When we think of finding “forever homes” for animals, we generally think of shelters or rescue groups that take in animals, then adopt them out to loving families. But there is a difference between this type of organization and animal sanctuaries, which find or receive injured or ill animals – sometimes with disabilities – and keep them for the rest of their lives. Sanctuaries often focus on one type of animal, or (depending on their size and background of the people involved) can help a variety of animals co-exist during their last days and keep them safe and relatively comfortable.
Sometimes, a sanctuary is also a place to educate people about animals and how to keep them safe.
Minnesota is home to several sanctuaries, including some in southern Minnesota.
Minnesota sanctuaries include:
Farmaste Sanctuary, in Lindstrom, MN. According to its website – farmaste.org – the organization is a “Caring Farm Animal Rescue Organization… that believes all animals have inherent worth, and that farm animals are not an exception to that rule.” The organization rescues farm animals from cruelty situations and brings them to its 79-acre farm, where the animals are allowed to roam in the pastures, and safely live out their lives. Farmaste also allows people to meet and learn about the animals through tours and volunteer opportunities.
Spring Farm Sanctuary, in Long Lake, MN. Its website (springfarmsanctuary.org) says it’s “one of the first farm animal sanctuaries in Minnesota….committed to ending farm animal cruelty and promoting vegan living through (its) rescue, rehabilitation and education efforts.” The organization “encourages the community to connect with animal and realize how sensitive, emotional and caring they are. (They) also work with local and state governmental organizations and agencies to advocate for laws and policies that prevent animal suffering and promote the fair and compassionate treatment of animals.”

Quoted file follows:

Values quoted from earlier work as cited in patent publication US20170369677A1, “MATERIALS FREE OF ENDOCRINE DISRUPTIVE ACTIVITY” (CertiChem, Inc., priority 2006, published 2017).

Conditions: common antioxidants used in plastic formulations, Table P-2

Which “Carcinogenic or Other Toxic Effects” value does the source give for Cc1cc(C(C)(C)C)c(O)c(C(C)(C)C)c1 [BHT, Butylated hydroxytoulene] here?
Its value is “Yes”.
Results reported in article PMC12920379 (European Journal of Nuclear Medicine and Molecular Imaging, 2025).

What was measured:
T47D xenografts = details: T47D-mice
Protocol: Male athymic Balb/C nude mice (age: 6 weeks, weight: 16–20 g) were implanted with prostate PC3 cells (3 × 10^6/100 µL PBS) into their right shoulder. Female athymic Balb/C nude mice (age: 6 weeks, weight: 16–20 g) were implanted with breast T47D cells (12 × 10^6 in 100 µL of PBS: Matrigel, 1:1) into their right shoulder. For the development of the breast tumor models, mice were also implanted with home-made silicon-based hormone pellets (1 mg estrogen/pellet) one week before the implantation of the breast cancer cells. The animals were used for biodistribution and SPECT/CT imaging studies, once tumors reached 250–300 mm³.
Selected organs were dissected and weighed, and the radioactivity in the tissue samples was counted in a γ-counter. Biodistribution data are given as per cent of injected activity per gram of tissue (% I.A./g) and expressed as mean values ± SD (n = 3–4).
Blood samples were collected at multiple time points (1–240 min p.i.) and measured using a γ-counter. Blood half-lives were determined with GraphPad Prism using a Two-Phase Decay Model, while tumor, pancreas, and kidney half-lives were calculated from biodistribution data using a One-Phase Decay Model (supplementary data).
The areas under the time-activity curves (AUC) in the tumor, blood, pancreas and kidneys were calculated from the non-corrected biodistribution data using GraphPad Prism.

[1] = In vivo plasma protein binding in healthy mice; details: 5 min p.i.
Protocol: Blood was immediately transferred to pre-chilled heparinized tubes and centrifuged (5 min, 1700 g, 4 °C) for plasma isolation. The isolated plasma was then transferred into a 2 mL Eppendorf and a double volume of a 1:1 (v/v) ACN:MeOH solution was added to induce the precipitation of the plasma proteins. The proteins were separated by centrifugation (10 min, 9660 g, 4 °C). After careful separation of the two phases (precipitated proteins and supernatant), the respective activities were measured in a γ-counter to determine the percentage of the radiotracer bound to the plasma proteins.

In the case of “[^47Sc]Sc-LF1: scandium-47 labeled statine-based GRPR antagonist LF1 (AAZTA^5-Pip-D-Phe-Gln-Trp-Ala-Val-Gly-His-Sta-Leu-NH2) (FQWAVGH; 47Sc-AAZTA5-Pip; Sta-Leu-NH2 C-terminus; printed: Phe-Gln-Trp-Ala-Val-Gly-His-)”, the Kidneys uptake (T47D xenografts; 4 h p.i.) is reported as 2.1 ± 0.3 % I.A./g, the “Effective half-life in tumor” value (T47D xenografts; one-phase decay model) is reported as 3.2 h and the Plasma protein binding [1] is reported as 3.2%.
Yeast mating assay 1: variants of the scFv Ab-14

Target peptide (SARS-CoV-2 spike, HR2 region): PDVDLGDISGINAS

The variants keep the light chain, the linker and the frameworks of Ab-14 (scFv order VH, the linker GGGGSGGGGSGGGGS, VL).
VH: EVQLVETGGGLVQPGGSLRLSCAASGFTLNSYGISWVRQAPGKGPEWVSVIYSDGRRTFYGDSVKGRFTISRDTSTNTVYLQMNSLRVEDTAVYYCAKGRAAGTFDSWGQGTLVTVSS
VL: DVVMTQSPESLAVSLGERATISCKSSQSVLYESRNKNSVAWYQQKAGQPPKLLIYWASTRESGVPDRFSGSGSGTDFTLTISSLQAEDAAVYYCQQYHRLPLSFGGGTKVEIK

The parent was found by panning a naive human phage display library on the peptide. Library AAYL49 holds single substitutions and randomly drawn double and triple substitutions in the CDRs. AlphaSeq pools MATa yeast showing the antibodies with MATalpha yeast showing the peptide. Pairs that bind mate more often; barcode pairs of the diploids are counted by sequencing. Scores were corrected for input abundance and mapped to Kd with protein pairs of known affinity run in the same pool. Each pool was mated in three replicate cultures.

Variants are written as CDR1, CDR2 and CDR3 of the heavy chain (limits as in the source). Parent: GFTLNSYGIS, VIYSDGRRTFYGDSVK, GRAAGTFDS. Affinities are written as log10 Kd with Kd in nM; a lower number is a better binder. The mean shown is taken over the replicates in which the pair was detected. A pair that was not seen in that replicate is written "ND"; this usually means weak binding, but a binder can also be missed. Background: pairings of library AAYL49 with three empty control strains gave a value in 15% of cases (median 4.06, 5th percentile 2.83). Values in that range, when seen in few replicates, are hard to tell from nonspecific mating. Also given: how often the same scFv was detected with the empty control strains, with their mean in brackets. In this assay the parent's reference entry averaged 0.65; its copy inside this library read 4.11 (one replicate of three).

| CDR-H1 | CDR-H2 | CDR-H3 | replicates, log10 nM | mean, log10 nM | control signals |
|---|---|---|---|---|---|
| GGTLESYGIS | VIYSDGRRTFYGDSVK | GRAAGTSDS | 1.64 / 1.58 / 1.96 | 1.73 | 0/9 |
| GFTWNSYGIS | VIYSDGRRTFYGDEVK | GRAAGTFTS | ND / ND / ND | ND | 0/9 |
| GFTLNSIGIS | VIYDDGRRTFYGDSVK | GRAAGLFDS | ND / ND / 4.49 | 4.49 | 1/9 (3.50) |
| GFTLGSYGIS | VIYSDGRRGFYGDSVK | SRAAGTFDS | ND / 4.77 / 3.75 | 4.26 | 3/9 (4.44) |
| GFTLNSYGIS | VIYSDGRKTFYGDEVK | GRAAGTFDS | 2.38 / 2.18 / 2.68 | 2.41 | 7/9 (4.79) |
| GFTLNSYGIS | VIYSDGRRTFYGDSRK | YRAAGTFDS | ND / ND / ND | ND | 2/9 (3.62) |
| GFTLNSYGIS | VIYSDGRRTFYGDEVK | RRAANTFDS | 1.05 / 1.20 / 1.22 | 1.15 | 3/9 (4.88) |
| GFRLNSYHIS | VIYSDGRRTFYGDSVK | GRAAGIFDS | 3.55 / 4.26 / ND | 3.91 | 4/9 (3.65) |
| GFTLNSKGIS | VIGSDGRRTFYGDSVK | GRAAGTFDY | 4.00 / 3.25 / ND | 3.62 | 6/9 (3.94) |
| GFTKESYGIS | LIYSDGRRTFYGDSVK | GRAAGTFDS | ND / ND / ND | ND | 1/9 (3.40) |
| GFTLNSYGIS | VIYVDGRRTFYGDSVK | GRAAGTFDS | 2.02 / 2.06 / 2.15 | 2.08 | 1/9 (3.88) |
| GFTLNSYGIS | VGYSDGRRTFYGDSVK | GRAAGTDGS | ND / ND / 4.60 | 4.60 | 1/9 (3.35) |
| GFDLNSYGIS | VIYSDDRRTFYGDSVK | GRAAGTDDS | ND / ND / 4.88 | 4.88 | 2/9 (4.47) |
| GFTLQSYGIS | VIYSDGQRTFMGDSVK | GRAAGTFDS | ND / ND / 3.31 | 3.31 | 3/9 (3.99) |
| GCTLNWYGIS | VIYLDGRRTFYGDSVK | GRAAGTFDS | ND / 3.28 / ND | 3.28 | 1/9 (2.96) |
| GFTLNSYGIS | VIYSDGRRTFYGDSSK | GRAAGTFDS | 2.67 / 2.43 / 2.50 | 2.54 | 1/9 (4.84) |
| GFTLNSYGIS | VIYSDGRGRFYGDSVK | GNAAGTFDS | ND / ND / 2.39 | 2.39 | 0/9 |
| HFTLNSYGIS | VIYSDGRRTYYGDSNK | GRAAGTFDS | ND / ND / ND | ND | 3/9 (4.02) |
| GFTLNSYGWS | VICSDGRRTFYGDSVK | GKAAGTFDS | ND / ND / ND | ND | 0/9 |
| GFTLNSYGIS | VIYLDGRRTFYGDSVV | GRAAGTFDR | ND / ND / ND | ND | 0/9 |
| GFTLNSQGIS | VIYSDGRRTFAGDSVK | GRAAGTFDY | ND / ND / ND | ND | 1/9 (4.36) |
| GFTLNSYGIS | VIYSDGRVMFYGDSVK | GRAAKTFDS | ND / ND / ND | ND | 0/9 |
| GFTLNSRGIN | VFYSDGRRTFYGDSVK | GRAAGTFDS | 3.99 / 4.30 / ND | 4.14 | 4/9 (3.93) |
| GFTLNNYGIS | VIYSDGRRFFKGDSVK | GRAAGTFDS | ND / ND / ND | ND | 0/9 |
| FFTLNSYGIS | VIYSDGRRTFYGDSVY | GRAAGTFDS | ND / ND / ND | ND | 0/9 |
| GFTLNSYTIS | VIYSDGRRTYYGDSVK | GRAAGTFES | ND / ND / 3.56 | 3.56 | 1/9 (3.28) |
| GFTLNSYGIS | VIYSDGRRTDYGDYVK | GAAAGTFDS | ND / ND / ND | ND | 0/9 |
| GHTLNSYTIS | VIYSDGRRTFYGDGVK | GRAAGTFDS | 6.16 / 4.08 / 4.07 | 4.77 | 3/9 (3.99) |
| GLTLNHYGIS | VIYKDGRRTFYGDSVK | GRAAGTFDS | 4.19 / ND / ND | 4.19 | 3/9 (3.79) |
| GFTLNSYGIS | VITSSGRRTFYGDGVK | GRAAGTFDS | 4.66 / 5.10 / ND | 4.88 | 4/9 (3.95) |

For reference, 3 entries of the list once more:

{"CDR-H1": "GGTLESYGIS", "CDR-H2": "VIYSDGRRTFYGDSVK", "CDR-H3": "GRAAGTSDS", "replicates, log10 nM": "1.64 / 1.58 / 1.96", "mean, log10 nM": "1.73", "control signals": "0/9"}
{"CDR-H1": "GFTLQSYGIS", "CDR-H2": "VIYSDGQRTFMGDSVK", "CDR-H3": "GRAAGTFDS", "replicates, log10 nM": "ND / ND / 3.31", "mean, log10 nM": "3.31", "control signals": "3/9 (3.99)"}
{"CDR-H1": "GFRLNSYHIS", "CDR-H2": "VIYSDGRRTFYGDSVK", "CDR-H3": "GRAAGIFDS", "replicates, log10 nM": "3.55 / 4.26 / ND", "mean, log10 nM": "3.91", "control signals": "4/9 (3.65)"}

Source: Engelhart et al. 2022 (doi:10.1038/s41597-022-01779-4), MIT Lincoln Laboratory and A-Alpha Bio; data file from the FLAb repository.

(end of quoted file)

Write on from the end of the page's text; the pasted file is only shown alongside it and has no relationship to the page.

Wildcat Sanctuary in Sandstrom, MN. The organization’s website – wildcatsanctuary.org – says it “provides a natural sanctuary to wild cats in need and inspires change to end the captive wildlife crisis.” It “combines natural and spacious habitats with a life free of exhibition and exploitation…… and advocates for No More Wild Pets in order to create a world where animal sanctuaries are no longer needed.”
Closer to Home:
Forever Home Animal Sanctuary, in New Ulm, has been run by Sue and Pete Guggisberg since 2000. At first, they were completely privately funded, but realized they had bigger needs as they were caring for more animals; they received their non-profit 501©3 status in 2006. Sue and Pete both devote much of their time to the sanctuary, and do it on a volunteer basis. To help cover living expenses and some of the bills that go along with caring for animals, Pete also works as a full-time machinist at Auto Value in New Ulm. They also run a private animal cremation center on the premises.